Last July, The German government announced a first rescue operation for the energy company Uniper valued at 267 million euros. It soon became clear that this was nothing more than a patchwork, because the relevant documentation presented to the Bundestag recognized that the largest German importer of Russian gas needed an 8 billion euro line of credit from the state bank KfW to guarantee its liquidity.
Due to the drastic reduction in the supply of Russian gas through the Nord Stream 1 pipeline and in order to fulfill its contracts, the company had been forced to buy gas on international markets, at much more expensive prices, and had exhausted the line of credit of 2,000 million agreed with this same bank at the beginning of January.
The German State has ended up organizing the entry into the company with an injection of 7,000 million euros, practically half of its rescue package of 15,000 million for the entire sector (most of it in the form of soft loans and in which the State it involves only up to 30%), but the semi-annual presentation of results puts on the table the true dimension of the problem: Uniper has lost from January to June, or rather from February 24 to the end of June, 12,000 million euros.
The day Putin's army stormed Ukraine, this business model went to waste and now the German gas sector is threatening to go bankrupt, with the consequent geostrategic danger to Germany's economy and security. But the government will not follow in this crisis the rescue model applied during the financial crisis to save the banks. The situation of the energy companies also represents a "systemic risk", but instead of charging their continuity on taxpayers, through state bailouts, this time it will be the company's customers who bear the strain. As of October 1, thanks to a modification of the Energy Security Law, German gas operators will be able to charge customers 2.419 cents per kilowatt hour of supply. As to whether or not this transfer of additional costs on the shoulders of its clients will be enough to save the situation, those responsible for the company prefer not to comment.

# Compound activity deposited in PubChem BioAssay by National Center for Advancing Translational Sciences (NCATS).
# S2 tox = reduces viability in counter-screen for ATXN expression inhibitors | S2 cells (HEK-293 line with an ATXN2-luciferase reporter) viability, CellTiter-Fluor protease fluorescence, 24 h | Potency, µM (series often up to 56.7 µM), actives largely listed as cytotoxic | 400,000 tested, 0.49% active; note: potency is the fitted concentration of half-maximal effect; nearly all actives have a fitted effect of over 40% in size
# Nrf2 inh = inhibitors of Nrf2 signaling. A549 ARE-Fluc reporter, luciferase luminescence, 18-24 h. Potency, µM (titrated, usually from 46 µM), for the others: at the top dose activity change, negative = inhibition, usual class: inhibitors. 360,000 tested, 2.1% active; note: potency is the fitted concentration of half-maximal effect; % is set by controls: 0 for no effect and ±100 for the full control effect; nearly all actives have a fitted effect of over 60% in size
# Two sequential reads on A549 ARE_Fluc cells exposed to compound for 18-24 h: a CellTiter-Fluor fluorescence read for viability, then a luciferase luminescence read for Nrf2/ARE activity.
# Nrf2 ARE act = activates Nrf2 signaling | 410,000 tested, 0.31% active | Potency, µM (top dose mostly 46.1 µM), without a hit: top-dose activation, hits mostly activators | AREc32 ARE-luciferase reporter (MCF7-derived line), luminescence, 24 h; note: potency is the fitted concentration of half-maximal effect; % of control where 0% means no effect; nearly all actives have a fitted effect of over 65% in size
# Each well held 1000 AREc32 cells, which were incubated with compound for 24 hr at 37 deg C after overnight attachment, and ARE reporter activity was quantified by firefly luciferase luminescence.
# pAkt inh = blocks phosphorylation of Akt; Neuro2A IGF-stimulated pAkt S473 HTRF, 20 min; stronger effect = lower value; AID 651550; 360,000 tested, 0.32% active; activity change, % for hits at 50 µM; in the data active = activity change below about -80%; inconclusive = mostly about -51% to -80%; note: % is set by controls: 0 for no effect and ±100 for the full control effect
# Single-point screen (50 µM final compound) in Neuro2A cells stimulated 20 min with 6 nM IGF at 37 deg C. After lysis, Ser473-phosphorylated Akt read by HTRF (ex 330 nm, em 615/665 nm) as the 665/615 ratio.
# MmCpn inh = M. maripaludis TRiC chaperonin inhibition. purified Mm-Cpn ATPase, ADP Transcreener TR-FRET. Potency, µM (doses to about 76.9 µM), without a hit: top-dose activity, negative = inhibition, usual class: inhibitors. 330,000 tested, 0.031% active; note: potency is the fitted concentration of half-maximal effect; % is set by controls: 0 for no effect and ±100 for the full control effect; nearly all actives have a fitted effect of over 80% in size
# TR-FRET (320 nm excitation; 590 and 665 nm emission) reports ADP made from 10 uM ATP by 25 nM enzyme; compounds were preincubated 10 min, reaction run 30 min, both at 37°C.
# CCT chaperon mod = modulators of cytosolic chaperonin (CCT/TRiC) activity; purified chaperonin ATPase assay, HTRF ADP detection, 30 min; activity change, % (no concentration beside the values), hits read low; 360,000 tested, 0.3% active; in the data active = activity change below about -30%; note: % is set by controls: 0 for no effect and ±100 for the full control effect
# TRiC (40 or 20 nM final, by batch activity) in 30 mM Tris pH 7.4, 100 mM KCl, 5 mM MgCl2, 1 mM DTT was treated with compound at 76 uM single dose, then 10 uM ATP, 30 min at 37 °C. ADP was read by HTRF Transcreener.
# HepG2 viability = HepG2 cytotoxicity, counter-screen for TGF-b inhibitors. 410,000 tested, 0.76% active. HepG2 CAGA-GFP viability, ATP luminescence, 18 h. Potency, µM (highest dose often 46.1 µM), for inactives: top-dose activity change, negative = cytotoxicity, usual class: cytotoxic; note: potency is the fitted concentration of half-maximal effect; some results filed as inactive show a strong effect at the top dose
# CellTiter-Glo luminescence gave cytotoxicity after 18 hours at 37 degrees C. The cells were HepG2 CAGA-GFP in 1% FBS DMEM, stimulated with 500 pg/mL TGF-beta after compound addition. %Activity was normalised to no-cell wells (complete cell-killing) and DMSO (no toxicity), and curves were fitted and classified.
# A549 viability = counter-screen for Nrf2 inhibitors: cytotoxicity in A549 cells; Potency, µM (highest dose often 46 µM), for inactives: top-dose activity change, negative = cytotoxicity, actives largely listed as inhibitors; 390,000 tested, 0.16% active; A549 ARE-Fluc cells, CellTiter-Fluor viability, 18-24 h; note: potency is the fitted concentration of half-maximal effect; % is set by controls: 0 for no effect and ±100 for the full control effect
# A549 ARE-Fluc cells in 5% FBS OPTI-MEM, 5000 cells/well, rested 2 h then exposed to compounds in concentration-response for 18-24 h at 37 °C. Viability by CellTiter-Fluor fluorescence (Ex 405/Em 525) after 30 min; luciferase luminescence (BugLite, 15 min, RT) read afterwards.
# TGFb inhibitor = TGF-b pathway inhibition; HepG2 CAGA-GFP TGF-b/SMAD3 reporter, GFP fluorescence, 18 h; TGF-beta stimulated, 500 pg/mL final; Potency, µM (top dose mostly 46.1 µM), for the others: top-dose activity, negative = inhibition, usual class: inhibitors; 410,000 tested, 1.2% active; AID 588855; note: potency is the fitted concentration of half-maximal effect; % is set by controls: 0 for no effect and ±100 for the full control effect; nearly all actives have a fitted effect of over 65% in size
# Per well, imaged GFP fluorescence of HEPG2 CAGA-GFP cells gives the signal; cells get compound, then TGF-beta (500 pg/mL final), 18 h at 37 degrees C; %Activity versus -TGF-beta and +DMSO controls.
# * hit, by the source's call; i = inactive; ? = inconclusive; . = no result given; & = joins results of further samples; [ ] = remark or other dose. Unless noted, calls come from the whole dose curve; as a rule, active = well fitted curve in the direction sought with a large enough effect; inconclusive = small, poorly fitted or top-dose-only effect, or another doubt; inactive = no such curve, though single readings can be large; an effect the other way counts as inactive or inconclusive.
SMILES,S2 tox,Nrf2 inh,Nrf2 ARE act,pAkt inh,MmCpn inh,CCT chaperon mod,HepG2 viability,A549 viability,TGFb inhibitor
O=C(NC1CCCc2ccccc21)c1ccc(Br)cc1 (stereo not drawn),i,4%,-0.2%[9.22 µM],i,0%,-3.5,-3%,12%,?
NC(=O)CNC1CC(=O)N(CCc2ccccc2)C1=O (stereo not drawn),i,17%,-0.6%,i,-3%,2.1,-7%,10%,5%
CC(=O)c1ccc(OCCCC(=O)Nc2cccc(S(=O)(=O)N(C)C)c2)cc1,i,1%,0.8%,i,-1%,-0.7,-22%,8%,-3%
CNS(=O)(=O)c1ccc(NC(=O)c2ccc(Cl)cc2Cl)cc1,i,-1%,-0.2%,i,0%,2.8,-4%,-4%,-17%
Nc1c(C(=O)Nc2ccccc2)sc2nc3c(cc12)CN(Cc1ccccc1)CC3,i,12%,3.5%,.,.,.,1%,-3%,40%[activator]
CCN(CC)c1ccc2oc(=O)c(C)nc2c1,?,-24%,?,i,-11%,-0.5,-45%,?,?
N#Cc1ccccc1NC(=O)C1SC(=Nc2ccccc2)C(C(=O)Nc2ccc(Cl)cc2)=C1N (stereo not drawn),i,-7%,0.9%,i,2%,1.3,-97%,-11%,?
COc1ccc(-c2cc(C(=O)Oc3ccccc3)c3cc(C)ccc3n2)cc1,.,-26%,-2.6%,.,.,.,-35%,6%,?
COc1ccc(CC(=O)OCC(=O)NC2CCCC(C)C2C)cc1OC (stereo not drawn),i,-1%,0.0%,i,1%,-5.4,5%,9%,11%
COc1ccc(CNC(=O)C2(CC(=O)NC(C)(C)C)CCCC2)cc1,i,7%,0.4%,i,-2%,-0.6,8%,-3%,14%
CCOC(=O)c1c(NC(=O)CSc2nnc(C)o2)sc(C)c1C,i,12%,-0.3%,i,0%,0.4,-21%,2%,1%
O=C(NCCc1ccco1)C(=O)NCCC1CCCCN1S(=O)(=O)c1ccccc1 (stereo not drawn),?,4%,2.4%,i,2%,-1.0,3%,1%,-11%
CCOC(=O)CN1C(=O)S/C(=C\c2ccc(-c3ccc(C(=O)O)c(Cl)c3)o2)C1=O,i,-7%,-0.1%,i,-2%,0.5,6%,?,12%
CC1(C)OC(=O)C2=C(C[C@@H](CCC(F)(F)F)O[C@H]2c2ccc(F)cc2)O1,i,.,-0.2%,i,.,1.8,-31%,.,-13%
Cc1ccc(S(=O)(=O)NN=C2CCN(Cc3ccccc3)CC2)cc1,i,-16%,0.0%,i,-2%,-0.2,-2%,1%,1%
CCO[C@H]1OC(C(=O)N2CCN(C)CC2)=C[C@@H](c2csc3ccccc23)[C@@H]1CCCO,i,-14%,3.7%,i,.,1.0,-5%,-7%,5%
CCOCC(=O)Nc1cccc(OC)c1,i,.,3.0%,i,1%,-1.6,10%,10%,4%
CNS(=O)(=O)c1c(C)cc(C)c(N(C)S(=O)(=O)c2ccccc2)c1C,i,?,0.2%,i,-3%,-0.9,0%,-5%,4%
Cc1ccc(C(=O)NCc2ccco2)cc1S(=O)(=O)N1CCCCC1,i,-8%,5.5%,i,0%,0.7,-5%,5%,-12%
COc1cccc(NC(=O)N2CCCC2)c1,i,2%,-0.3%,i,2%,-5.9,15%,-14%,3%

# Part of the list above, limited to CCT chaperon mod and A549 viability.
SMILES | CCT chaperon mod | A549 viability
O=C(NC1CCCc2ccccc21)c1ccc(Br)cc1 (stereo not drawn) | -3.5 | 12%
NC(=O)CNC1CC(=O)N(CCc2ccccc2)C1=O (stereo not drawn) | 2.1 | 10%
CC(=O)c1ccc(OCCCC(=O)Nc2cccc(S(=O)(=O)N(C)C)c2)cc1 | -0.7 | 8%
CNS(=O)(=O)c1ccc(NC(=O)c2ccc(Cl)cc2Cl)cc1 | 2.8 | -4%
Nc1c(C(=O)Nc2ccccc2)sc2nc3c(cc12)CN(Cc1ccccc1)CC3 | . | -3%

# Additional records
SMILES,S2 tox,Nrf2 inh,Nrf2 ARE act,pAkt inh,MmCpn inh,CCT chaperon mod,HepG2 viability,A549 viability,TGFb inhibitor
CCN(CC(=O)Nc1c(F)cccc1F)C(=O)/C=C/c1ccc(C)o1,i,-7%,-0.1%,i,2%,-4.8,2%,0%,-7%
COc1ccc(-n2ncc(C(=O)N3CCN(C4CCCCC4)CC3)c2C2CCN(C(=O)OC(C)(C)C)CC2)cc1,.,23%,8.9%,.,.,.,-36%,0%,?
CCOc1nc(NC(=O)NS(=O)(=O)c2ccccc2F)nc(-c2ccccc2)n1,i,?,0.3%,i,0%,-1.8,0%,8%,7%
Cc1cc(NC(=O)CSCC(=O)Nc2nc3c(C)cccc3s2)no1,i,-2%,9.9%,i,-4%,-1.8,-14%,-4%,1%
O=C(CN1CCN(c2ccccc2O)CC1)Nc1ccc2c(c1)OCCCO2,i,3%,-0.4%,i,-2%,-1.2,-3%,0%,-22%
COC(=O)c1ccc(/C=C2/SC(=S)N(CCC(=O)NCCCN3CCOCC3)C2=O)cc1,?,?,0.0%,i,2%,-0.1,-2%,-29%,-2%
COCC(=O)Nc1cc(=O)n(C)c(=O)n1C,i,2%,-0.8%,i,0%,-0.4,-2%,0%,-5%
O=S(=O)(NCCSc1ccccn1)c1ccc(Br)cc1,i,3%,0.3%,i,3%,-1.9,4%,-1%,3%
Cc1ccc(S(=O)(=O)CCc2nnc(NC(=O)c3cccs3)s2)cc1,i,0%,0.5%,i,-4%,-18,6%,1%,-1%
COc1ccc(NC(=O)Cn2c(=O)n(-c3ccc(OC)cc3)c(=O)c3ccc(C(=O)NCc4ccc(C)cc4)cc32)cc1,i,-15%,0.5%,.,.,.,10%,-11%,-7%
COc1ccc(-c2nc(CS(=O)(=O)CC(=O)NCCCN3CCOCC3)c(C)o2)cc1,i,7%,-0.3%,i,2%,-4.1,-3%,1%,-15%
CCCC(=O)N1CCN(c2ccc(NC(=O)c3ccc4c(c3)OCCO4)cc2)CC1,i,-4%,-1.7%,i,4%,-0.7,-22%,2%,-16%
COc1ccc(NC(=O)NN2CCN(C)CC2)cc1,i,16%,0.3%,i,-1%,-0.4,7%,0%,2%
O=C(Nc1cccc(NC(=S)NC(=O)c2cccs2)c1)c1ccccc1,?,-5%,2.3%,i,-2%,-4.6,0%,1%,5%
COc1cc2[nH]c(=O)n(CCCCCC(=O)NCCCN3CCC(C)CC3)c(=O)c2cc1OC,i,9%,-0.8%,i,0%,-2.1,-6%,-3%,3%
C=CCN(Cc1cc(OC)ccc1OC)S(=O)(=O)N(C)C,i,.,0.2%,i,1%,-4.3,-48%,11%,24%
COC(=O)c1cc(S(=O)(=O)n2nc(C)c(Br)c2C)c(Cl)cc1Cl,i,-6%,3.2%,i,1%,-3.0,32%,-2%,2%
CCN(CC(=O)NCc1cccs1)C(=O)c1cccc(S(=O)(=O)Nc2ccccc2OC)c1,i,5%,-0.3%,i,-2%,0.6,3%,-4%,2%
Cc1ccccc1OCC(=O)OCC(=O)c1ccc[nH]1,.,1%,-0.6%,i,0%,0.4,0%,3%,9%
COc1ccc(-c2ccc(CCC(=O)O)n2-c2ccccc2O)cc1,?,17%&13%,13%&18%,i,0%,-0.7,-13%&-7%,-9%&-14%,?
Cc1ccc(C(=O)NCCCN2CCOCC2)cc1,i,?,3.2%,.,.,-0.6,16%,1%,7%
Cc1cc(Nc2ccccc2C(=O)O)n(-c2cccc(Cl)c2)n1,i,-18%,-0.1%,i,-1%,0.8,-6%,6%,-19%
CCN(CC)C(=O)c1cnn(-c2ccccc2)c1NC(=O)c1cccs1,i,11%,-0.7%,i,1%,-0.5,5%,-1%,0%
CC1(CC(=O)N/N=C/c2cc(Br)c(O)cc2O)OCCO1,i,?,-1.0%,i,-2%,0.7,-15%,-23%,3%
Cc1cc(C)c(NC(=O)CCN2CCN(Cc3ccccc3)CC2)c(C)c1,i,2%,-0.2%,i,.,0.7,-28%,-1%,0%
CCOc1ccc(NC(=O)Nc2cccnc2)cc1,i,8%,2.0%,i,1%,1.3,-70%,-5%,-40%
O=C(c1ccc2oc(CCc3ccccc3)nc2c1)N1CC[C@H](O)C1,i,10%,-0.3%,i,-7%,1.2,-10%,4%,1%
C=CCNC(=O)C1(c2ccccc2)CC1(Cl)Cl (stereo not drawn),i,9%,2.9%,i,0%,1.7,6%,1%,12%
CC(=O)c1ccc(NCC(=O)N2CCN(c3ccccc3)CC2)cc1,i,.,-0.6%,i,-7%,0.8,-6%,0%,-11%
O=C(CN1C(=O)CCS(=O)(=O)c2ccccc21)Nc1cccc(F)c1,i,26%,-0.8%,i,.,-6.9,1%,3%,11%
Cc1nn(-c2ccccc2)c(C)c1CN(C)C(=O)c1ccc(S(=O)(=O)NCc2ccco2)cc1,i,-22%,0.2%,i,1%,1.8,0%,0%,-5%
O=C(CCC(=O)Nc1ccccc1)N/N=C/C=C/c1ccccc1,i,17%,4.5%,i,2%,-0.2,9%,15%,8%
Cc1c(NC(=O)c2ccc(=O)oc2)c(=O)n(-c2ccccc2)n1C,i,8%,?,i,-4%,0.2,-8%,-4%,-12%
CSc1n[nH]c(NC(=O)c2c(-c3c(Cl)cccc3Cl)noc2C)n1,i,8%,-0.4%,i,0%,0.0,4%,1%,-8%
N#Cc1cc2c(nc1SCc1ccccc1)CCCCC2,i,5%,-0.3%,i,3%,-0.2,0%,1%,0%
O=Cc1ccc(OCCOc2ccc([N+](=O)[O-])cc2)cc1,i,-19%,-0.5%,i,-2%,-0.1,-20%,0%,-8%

According to the presentation, only 6.5 billion euros, about half of the half-year losses, are related to planned future gas supply disruptions in Russia. In addition, there would be impairments amounting to 2,700 million euros. The result should improve in 2023 and get out of the loss zone in 2024. “Uniper has been making an essential contribution to stabilizing gas supply in Germany for months, at the cost of billions in losses that we incurred as a result of the decrease in supply volumes from Russia”, CEO Klaus-Dieter Maubach has justified. "The main priority for us now is to implement the stabilization package quickly," he said, even before the situation must be submitted to shareholders for approval at an extraordinary general meeting in the autumn.
Other companies in the German energy sector, however, prefer to stay out of the rescue and will not transfer the extra cost to the bill, in the terms in which the German government has just allowed it. RWE, for example, has said it feels "financially sound" and "therefore we are considering refraining from claiming our losses for now," said CEO Markus Krebber.
To protect itself against the new gas market situation, RWE has closed contracts with other suppliers on time and its storage facilities are filled to 85% of their capacity. The company assumes that it will independently reach the legal minimum fill level of 95% before the date set by the regulations, November 1. And it counts on the restart of coal-fired power plants to balance the scales.